I’ve touched on this before, but the idea that the SEC’s loss of so much experienced talent at the quarterback position going into this season may lead to a defensive renaissance needs to be put in context. And that context ain’t that pretty.
The last couple of seasons only continued a trend toward more explosive offense and away from the suffocating defense that was the SEC’s trademark for many years. Just a few seasons ago, nearly every SEC defense ranked among the nation’s top half in terms of yards allowed. That’s no longer the case, as about half of the league’s defenses trended toward the bottom in 2013 — with Arkansas (76th), Missouri (81st), Tennessee (83rd), Auburn (86th), Kentucky (91st) and Texas A&M (109th) all ranking 75th or worse nationally in total defense.
Some of those teams generally sucked, sure, but you’ve also got your two division winners in that group. (And no Todd Grantham. But I digress.) How much of that development can you attribute to great quarterbacking and how much to a broader issue of defensive quality?
Ching thinks that it’s not your father’s SEC anymore and the offenses will still run ahead of the defenses.
Getting rid of some great quarterbacks will certainly help improve those numbers, but this is no longer the smashmouth, pound-the-run league that it once was. It’s not as simple to defend what today’s offenses throw at you as it was during the I-formation days of yore, and several SEC defenses have a long way to go before anyone would consider them competent at containing such attacks.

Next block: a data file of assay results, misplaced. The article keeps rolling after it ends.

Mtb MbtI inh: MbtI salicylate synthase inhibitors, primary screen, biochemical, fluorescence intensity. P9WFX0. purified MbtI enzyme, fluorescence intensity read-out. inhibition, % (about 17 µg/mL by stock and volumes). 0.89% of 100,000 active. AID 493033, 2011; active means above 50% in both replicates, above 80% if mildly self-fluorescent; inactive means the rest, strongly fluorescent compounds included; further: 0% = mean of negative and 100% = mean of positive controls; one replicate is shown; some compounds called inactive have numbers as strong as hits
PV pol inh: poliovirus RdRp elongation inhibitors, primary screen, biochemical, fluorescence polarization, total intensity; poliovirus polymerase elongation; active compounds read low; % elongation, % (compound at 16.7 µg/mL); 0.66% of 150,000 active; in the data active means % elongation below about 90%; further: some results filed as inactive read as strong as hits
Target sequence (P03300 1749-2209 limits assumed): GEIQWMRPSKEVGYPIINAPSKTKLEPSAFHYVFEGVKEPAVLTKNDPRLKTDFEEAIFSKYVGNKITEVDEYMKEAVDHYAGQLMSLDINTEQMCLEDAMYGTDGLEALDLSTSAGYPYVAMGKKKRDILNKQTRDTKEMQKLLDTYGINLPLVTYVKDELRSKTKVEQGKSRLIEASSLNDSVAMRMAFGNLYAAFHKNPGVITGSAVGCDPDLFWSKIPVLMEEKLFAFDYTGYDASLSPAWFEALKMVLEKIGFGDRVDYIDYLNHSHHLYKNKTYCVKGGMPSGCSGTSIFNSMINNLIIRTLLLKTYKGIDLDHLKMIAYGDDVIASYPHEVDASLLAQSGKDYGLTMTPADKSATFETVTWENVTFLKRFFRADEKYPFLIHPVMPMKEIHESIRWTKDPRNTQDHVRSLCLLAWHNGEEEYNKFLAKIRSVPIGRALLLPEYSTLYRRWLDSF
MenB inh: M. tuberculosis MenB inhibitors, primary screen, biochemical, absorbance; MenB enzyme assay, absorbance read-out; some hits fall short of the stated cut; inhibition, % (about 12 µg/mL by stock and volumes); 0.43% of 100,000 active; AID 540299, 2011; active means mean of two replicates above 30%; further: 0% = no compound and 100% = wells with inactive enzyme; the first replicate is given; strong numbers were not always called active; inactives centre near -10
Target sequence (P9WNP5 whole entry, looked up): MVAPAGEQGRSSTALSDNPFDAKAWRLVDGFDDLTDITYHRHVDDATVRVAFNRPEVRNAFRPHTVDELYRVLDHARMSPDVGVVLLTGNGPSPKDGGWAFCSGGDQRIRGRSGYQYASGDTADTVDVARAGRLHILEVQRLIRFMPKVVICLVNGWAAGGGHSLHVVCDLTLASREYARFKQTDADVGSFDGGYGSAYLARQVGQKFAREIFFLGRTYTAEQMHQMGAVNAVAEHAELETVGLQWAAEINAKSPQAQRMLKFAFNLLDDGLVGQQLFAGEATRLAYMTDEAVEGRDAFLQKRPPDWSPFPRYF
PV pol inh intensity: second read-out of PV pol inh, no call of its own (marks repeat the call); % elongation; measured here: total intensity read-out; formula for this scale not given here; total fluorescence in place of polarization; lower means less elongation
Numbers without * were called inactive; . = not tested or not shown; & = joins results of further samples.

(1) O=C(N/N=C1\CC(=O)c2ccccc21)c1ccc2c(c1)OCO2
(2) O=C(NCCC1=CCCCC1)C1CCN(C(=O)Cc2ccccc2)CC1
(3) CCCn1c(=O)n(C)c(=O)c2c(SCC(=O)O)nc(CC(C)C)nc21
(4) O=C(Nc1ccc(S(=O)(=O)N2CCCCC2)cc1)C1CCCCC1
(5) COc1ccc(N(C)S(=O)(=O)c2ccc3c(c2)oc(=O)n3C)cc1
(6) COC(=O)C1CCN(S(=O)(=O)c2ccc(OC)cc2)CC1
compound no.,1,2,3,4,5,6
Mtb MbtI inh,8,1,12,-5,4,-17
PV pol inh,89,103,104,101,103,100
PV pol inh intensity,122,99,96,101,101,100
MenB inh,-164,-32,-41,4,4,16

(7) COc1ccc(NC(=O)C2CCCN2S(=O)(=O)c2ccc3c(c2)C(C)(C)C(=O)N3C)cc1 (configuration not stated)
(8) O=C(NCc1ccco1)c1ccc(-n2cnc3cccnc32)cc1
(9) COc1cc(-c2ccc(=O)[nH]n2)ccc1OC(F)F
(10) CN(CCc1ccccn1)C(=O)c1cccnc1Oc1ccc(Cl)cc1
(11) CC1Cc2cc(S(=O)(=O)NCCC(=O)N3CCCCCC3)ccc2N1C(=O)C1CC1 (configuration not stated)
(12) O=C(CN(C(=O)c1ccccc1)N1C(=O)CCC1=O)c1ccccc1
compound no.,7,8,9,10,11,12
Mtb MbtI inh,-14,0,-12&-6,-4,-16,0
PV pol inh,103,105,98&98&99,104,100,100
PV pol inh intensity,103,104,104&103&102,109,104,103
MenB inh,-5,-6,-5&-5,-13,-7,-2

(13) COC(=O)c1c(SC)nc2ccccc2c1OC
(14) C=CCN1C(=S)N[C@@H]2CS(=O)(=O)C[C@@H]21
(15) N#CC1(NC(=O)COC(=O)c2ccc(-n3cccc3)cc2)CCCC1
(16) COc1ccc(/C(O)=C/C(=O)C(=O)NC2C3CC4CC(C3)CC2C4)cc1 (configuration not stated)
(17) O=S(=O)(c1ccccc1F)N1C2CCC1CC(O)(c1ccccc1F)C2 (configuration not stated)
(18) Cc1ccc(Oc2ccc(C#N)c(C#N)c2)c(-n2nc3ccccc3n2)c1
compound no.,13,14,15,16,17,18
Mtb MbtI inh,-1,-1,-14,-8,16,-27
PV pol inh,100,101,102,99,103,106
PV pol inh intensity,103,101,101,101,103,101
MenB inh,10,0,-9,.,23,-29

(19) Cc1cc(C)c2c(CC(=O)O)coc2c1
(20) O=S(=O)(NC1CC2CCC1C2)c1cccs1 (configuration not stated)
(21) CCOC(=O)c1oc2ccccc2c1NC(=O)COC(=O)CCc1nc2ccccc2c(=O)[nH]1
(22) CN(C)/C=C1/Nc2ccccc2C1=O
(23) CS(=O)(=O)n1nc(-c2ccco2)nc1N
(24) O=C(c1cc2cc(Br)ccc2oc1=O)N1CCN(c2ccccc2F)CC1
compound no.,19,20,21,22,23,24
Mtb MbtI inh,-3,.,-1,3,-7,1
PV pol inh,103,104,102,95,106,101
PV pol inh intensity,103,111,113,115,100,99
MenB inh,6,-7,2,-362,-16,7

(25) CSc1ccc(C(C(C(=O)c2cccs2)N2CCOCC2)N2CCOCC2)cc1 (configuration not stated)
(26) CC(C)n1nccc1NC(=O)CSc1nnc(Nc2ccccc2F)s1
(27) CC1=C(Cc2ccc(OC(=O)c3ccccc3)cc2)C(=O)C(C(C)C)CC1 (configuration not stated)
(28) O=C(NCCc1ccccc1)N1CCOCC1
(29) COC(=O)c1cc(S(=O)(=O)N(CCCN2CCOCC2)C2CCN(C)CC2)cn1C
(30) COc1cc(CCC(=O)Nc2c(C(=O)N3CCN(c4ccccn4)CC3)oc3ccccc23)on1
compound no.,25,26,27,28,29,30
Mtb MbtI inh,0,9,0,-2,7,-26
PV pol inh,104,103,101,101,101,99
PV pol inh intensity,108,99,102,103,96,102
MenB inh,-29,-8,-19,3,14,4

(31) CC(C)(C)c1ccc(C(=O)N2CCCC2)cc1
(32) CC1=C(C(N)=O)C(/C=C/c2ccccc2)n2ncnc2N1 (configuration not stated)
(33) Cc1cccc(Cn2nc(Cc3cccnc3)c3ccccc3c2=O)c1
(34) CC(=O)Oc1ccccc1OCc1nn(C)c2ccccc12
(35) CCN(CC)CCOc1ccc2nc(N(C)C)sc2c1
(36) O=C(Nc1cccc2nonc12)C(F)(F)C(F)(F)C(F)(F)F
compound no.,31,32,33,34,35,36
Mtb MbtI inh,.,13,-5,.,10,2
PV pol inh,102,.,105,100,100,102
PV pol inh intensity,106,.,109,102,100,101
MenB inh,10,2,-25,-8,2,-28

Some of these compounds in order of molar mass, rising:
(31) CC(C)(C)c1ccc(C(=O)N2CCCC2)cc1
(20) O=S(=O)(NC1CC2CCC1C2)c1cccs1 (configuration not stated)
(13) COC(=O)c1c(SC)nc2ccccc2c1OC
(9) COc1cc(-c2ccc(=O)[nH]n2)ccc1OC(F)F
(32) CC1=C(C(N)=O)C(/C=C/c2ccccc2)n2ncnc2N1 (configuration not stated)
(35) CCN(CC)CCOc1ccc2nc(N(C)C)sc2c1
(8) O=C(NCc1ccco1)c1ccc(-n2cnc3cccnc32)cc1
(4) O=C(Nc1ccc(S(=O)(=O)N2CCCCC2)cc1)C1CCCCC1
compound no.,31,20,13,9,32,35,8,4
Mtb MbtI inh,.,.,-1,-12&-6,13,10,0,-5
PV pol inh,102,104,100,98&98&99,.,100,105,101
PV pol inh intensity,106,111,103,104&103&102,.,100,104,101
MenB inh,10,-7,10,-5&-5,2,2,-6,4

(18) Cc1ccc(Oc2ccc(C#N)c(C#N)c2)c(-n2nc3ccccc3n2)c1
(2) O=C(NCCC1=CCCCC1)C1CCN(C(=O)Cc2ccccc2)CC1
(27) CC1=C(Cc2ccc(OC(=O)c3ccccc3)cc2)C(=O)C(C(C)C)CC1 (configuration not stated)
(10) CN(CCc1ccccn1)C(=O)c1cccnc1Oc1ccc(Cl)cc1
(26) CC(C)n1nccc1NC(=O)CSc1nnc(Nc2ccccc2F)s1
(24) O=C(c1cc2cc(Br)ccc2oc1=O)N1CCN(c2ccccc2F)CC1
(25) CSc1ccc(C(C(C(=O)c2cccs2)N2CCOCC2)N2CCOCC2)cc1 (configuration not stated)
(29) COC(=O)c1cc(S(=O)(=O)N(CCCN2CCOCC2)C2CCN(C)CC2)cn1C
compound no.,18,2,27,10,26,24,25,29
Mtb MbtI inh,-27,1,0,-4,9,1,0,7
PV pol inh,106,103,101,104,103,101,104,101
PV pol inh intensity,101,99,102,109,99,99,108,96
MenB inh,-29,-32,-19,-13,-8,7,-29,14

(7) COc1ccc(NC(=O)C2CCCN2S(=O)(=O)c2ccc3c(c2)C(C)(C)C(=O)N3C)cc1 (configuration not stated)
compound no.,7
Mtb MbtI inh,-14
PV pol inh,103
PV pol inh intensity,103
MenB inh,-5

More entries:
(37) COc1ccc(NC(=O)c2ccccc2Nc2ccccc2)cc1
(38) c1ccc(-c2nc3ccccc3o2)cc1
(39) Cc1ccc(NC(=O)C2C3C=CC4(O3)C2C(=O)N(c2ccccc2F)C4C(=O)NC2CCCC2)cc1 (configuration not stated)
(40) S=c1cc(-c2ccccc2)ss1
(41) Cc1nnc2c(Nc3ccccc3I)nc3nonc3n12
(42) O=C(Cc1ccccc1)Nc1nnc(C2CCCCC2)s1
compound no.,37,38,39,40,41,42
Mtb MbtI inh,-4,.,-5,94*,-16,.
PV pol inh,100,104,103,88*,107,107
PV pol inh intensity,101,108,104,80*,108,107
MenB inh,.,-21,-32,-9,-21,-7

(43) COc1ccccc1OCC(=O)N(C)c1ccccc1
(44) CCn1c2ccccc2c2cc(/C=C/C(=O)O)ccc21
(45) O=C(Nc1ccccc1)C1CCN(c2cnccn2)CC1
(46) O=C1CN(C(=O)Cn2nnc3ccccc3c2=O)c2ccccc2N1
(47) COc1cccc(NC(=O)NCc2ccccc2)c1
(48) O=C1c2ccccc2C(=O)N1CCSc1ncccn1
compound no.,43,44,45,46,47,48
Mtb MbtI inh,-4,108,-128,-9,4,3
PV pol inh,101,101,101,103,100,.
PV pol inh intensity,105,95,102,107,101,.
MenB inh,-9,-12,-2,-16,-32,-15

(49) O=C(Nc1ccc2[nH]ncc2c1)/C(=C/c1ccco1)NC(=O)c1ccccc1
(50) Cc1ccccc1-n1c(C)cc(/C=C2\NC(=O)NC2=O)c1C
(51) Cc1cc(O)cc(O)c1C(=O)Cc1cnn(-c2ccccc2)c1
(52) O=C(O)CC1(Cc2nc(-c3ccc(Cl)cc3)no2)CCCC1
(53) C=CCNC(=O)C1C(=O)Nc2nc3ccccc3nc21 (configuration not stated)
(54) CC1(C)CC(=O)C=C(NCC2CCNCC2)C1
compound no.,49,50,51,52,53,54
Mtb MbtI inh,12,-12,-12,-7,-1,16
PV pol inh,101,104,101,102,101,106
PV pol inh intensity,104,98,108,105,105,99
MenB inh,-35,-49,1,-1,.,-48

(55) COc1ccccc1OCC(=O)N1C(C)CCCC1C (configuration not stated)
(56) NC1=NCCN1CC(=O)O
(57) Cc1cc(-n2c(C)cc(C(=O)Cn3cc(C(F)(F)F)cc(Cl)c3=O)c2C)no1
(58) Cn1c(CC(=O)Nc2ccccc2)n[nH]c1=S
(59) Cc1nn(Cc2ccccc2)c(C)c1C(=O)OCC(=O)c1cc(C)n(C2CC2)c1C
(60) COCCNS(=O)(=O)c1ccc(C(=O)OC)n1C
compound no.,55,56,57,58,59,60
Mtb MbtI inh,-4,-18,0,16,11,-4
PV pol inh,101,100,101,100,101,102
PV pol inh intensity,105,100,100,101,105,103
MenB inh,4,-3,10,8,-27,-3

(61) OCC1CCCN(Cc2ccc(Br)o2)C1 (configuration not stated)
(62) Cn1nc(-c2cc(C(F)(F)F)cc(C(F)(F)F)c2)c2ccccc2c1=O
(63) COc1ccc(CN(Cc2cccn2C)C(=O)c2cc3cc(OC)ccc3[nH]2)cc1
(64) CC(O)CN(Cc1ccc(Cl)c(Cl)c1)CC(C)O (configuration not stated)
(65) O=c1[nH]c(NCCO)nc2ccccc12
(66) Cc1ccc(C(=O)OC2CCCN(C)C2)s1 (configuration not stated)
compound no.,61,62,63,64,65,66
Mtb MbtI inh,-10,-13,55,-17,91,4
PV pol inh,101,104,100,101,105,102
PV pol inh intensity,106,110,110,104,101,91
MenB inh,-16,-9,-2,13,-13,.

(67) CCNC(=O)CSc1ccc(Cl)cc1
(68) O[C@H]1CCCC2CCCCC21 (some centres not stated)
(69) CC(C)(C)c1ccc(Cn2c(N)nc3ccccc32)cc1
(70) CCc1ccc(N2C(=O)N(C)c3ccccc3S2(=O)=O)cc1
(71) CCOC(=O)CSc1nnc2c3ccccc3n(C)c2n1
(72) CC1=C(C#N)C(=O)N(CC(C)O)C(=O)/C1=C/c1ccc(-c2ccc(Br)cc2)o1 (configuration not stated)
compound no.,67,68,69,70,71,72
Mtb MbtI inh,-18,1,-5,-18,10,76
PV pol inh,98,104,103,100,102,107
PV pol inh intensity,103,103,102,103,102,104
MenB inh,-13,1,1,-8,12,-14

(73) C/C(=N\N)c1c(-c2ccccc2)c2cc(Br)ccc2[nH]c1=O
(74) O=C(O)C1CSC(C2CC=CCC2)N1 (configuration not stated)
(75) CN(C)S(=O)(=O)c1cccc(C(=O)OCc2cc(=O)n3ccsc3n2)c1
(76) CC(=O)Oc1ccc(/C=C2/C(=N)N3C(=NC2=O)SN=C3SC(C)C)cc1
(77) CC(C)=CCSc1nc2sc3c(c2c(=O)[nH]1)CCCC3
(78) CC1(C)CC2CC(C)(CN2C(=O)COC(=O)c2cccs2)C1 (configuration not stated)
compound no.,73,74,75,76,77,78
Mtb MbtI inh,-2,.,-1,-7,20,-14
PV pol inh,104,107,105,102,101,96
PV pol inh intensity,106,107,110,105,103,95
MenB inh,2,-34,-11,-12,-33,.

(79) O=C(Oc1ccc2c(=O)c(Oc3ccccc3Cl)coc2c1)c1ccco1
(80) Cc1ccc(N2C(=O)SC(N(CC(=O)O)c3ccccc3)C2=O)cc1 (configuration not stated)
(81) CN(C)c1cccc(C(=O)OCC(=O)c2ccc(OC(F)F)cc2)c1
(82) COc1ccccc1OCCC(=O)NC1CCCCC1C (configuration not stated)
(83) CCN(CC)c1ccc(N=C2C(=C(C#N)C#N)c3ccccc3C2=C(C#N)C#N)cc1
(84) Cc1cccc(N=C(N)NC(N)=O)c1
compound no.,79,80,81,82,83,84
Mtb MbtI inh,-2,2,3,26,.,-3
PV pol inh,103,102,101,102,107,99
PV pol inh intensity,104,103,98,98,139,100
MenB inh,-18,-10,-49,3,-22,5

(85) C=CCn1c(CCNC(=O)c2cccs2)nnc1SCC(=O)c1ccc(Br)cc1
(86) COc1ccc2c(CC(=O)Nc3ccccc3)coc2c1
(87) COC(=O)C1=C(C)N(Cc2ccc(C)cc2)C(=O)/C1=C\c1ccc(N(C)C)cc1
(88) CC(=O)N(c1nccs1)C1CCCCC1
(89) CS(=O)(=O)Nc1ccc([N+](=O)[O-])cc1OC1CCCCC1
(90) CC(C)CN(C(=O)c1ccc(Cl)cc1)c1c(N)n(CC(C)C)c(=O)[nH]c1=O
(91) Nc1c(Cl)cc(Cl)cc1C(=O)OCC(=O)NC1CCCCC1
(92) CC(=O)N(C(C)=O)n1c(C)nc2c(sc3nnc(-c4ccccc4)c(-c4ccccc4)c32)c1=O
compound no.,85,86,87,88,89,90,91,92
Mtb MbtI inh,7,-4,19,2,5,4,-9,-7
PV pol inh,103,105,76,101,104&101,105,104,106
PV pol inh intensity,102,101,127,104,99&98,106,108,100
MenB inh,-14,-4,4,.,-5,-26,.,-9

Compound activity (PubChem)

You have Gus Malzahn’s ground-based spread at Auburn, which led the nation with 328.3 rushing yards per game and nearly carried the Tigers to a BCS crown. There’s Missouri’s version that featured one of the league’s top rushing attacks and some dangerous (and huge) weapons at wideout. Kevin Sumlin’s spread at Texas A&M obviously benefited from having Manziel as the triggerman, but the Aggies are still going to post big numbers even without Johnny Football.
And you’ve still got versatile offensive schemes such as those at Ole Miss, South Carolina and Georgia — all of which will start senior quarterbacks — that will almost certainly continue to produce on the ground and through the air. Wild cards LSU, Florida and Mississippi State also have the potential to be impressive on offense depending on how their quarterbacks and young skill players develop.
It’s the wide array of offensive schemes that are the big challenge to conference defenses now. To succeed over the course of a season, you’ve got to be able to go from handling the HUNH you see from Auburn, Ole Miss and TAMU (all different in philosophy) to the pro style stuff that’s Alabama’s, LSU’s and Georgia’s bread and butter and anything in between. That calls for having enough quality personnel to be versatile. Yeah, teams in the conference recruit very well, but well enough?
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